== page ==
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Lot # 1097 (of 1866)   < Previous Lot | Next Lot >

1904 New York Giants Team-Cabinet Photo by Charles Conlon - PSA/DNA Type 1

Starting Bid - $2,000, Sold For - $7,703

Original team-cabinet photo of the 1904 National League Champion New York Giants taken by noted sports photographer Charles Conlon. Accompanied by an LOA from PSA/DNA certifying it as an "Original Type 1 Cabinet Photograph." This is one of the most extraordinary Charles Conlon photos we have ever seen, let alone offered, for reasons of its composition, subject matter, date, and provenance. In fact, due to its extremely early date, we believe it is one of the most extraordinary Charles Conlon photos that could possibly exist. The photograph is accompanied by a highly informative one-page typed-signed letter to our consignor from Neal McCabe, who is one of the foremost experts on the life and work of Charles Conlon, and the co-author of the now legendary baseball book Baseball's Golden Age: The Photographs of Charles M. Conlon (Abrams, 1983). McCabe was quite taken with this photo, and he begins his letter by stating, "There is absolutely no doubt in my mind that this is a genuine vintage Conlon print." He concludes enthusiastically: "Thanks for letting me have a look at this treasure. It is a real find." Of course, in between he says much more, which will be revealed shortly.

The most obvious feature of this photo (9.5 x 7 inches), and which sets it apart from nearly all other Conlon photos we have seen, is that it is affixed to a heavy cardboard mount; therefore making its presentation more akin to that of an Imperial cabinet photo than a standard working press photo. The crystal-clear photo captures seventeen members of the National League Champion 1904 New York Giants as they pose together in front of the grandstand wall at the Polo Grounds. Included here are manager John McGraw, "Iron Man" Joe McGinnity, Roger Bresnahan, Art Devlin, Dummy Taylor, Hooks Wiltse, Sam Mertes, Dan McGann, George Browne, Billy Gilbert, Jack Warner, and Frank Bowerman. The only two notable omissions are Christy Mathewson and starting shortstop Bill Dahlen. Written in painted white letters along the base of the mount is "Joe McGinnity 2nd left J. McGraw 5th - 1905 Giants."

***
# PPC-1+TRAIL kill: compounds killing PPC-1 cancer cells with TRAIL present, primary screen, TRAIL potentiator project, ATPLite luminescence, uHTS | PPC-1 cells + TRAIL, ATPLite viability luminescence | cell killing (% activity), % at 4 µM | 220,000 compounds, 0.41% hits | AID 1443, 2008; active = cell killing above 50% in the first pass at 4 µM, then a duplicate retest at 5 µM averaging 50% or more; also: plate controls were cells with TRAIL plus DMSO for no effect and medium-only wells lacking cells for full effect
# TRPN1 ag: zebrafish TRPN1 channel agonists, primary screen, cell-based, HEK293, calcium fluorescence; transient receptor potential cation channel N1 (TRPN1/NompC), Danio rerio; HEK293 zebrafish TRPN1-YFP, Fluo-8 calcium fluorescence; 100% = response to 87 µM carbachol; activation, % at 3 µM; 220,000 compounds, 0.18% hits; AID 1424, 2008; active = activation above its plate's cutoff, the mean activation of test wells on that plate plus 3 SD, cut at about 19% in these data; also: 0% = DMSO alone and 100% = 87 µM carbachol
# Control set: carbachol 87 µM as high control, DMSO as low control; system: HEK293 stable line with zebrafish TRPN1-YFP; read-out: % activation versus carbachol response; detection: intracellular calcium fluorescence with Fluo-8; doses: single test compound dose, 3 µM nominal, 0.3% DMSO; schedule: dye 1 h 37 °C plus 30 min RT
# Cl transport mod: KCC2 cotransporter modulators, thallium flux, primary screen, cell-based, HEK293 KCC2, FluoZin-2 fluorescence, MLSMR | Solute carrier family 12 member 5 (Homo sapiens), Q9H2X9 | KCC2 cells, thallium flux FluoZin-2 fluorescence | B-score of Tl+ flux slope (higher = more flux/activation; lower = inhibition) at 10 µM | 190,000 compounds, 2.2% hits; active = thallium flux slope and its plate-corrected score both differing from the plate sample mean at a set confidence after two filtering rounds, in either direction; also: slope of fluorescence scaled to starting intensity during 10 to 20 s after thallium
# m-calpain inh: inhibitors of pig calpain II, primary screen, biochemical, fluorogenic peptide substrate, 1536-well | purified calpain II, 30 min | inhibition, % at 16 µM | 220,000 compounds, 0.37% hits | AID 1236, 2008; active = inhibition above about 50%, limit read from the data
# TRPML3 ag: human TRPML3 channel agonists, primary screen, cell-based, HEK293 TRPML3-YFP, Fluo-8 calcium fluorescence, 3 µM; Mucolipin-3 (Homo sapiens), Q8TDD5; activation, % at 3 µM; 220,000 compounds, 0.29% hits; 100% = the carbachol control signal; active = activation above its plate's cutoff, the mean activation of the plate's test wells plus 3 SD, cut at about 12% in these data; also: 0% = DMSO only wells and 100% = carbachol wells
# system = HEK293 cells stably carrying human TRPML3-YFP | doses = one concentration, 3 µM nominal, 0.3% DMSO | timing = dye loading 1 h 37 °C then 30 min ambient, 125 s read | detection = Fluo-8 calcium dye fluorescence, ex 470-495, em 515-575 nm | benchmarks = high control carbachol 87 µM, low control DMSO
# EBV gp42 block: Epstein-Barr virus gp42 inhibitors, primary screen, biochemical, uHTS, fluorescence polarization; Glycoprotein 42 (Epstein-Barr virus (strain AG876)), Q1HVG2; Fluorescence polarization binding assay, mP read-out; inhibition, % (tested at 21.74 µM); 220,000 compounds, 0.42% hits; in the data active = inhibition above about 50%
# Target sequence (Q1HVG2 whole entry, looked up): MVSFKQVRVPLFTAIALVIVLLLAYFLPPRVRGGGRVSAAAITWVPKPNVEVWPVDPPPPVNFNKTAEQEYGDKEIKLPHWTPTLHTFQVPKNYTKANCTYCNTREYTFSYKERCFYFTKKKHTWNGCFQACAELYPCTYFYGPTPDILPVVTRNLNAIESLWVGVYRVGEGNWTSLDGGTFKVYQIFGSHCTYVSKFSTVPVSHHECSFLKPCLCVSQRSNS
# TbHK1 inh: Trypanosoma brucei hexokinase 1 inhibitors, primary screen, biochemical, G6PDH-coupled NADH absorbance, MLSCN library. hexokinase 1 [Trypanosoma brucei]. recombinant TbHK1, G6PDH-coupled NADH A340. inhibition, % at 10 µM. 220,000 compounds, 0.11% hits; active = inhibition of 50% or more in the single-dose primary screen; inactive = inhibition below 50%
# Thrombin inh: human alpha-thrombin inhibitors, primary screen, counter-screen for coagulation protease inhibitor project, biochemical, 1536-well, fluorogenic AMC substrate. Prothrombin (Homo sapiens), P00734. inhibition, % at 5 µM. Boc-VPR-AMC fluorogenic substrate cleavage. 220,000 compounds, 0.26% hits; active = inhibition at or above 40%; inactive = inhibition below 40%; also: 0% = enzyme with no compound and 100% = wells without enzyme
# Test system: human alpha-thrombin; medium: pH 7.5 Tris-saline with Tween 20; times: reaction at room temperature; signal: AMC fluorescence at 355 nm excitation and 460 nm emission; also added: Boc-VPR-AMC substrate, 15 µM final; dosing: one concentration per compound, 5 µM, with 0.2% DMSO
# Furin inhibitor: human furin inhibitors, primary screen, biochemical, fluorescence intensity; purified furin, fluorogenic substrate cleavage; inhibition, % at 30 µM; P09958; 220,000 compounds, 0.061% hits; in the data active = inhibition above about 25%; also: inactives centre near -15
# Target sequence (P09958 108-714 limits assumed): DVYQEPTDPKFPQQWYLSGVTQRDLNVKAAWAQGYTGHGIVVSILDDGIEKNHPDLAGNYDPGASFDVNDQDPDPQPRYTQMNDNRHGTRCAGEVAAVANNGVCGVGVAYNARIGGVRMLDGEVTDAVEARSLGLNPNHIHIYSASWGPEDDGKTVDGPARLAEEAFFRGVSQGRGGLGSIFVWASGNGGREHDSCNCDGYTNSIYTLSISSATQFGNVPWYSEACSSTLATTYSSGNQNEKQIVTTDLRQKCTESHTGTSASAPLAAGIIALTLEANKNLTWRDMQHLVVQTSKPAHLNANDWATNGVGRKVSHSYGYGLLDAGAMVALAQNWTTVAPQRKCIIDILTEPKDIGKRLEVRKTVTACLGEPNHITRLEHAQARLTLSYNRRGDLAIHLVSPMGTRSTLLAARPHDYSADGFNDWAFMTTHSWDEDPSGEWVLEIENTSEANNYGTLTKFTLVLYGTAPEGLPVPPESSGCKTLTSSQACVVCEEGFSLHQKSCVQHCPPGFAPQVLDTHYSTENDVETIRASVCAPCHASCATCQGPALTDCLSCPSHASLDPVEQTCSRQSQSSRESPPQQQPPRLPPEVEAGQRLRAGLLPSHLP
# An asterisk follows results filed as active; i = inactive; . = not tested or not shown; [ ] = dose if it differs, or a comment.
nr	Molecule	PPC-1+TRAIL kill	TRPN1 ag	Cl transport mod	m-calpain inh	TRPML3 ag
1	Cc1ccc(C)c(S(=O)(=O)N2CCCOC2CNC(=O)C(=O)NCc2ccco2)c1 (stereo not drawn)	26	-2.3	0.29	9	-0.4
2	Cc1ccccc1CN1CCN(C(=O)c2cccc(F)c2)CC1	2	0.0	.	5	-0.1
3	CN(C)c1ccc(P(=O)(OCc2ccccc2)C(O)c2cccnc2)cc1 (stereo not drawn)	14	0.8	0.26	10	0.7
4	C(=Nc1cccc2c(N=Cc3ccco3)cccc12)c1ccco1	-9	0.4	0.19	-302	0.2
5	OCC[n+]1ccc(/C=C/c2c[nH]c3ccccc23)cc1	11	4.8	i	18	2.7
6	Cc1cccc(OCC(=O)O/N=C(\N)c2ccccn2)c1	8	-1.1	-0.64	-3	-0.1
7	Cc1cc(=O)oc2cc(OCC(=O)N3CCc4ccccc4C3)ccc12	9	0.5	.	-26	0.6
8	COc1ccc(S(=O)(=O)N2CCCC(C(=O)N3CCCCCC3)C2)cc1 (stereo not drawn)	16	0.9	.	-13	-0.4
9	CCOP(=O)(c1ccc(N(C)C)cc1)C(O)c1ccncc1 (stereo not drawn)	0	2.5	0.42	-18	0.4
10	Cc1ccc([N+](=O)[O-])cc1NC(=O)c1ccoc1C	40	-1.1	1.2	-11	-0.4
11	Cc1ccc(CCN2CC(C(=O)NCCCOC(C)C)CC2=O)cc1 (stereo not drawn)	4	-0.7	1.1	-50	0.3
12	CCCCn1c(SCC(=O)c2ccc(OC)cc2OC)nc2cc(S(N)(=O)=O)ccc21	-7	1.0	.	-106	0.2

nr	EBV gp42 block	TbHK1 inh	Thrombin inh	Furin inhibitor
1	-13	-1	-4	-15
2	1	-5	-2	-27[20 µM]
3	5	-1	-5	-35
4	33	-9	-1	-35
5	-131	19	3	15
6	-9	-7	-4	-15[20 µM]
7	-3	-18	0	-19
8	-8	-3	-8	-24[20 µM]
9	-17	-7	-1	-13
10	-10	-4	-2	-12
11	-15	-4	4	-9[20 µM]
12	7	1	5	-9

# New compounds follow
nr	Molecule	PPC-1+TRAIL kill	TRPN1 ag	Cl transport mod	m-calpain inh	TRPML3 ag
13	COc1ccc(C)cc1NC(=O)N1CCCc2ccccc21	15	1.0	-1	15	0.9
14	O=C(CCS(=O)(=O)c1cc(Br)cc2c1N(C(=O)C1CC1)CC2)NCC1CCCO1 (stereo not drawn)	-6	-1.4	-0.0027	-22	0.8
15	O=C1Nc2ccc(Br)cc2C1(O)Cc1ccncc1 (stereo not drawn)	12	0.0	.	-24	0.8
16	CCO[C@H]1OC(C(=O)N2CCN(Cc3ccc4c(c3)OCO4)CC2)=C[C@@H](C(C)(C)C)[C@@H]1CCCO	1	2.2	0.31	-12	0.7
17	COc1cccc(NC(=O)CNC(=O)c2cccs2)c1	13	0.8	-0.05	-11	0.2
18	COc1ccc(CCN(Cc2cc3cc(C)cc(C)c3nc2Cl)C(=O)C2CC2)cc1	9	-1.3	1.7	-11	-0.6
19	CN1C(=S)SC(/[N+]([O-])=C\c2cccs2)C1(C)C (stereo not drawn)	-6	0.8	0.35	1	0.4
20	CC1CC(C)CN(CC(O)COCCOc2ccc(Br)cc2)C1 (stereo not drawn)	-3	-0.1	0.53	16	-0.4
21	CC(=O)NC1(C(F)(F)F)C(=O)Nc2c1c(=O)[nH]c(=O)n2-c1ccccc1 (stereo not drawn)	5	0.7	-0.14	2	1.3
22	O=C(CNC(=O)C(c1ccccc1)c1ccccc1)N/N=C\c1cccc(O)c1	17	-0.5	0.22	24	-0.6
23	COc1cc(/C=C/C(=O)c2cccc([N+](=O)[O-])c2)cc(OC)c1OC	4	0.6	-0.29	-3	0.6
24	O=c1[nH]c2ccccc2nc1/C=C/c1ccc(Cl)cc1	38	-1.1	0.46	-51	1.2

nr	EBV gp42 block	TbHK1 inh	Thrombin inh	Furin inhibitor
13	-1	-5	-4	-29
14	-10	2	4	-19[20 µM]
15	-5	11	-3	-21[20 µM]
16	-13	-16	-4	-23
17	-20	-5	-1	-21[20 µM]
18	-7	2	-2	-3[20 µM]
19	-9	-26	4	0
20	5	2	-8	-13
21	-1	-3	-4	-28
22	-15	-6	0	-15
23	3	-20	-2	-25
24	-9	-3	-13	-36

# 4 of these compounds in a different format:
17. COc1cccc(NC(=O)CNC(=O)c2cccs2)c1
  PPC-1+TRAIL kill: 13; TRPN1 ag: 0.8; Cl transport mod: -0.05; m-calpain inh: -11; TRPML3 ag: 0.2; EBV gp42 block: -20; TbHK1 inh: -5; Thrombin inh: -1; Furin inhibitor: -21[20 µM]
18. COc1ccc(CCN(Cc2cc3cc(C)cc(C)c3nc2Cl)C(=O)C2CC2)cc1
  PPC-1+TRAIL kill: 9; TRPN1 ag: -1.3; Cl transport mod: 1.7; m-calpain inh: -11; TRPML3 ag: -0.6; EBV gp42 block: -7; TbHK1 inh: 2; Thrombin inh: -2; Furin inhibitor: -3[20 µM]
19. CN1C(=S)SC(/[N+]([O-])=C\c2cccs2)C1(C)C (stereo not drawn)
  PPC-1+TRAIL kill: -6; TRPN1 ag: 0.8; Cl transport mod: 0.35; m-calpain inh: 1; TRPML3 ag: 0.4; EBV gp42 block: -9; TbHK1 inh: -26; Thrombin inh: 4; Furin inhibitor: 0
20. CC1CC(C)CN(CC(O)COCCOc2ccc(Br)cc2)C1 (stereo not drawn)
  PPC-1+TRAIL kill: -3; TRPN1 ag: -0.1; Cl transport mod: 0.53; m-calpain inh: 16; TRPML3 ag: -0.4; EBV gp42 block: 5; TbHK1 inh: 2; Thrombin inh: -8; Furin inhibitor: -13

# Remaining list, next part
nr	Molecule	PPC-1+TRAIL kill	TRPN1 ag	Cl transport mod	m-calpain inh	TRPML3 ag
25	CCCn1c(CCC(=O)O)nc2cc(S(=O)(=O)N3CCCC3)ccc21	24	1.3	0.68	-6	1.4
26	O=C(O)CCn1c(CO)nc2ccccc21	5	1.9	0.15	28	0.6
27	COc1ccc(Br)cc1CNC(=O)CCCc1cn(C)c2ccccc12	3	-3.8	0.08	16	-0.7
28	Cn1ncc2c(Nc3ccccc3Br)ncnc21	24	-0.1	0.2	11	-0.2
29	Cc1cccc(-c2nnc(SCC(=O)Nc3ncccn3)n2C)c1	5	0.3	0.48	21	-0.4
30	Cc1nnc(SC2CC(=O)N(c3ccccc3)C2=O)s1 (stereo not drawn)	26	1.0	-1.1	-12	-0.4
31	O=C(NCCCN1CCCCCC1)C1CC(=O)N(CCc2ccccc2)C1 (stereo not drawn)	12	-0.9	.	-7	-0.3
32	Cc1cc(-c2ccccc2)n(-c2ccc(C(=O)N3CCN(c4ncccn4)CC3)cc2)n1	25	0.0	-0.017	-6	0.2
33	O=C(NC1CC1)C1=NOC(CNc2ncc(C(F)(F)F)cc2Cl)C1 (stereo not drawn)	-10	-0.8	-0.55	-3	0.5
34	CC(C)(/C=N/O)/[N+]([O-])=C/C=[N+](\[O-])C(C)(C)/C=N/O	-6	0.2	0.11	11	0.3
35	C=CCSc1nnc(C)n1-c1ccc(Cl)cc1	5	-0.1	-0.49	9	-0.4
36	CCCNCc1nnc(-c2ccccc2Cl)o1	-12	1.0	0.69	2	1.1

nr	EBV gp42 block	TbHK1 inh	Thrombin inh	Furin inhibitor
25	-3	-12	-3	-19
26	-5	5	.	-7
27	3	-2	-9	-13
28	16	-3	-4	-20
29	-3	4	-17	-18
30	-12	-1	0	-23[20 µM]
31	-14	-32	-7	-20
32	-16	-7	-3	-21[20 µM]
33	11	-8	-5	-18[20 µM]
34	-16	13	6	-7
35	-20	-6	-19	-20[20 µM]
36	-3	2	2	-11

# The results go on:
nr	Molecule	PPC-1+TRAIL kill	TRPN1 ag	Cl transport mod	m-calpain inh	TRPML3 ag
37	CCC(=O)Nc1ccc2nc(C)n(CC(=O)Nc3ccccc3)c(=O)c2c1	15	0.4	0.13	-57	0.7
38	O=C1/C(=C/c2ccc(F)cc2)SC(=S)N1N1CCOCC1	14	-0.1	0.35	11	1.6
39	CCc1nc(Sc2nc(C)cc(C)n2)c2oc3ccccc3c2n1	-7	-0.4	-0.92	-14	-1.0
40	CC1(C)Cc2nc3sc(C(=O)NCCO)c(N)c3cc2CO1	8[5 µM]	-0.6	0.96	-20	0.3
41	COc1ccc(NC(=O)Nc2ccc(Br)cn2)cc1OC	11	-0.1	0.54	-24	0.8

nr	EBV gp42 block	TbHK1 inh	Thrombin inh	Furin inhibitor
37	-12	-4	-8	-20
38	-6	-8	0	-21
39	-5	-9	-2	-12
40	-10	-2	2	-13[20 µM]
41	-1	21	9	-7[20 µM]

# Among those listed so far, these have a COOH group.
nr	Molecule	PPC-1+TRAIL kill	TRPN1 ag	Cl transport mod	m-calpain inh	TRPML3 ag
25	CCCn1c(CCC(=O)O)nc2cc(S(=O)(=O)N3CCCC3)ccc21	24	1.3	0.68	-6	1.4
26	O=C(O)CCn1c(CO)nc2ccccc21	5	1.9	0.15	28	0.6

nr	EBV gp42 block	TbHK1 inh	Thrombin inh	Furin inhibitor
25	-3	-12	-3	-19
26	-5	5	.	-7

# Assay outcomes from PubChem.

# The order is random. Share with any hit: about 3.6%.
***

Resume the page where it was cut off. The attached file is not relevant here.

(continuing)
It is interesting to note that the date is actually in error. According to McCabe's letter, this photo first appeared in print in the September 22, 1904, issue of the New York Evening Telegram. (This Conlon photo actually appears on the front page of the paper. We have located an image of the front page of the September 22, 1904 edition of The Evening Telegram which is presented online.) The date is important because Conlon only first began taking baseball photos in the summer of 1904, making this one of the earliest original Conlon photos extant. In addition to its 1904 publication in the Evening Telegram, it is our understanding that this particular image was also one of the first Conlon images to ever be published by The Sporting News.. While we have not yet located the edition to illustrate online, even in Baseball's Golden Age: The Photographs of Charles M. Conlon, the authors specifically note, "By the summer of 1904, Conlon's first uncredited photographs were appearing occasionally in the New York Telegram. His uncredited team photo of the Giants was printed in The Sporting News that fall". Also of note: it is a virtual certainty that this is Conlon's first published team photo ever.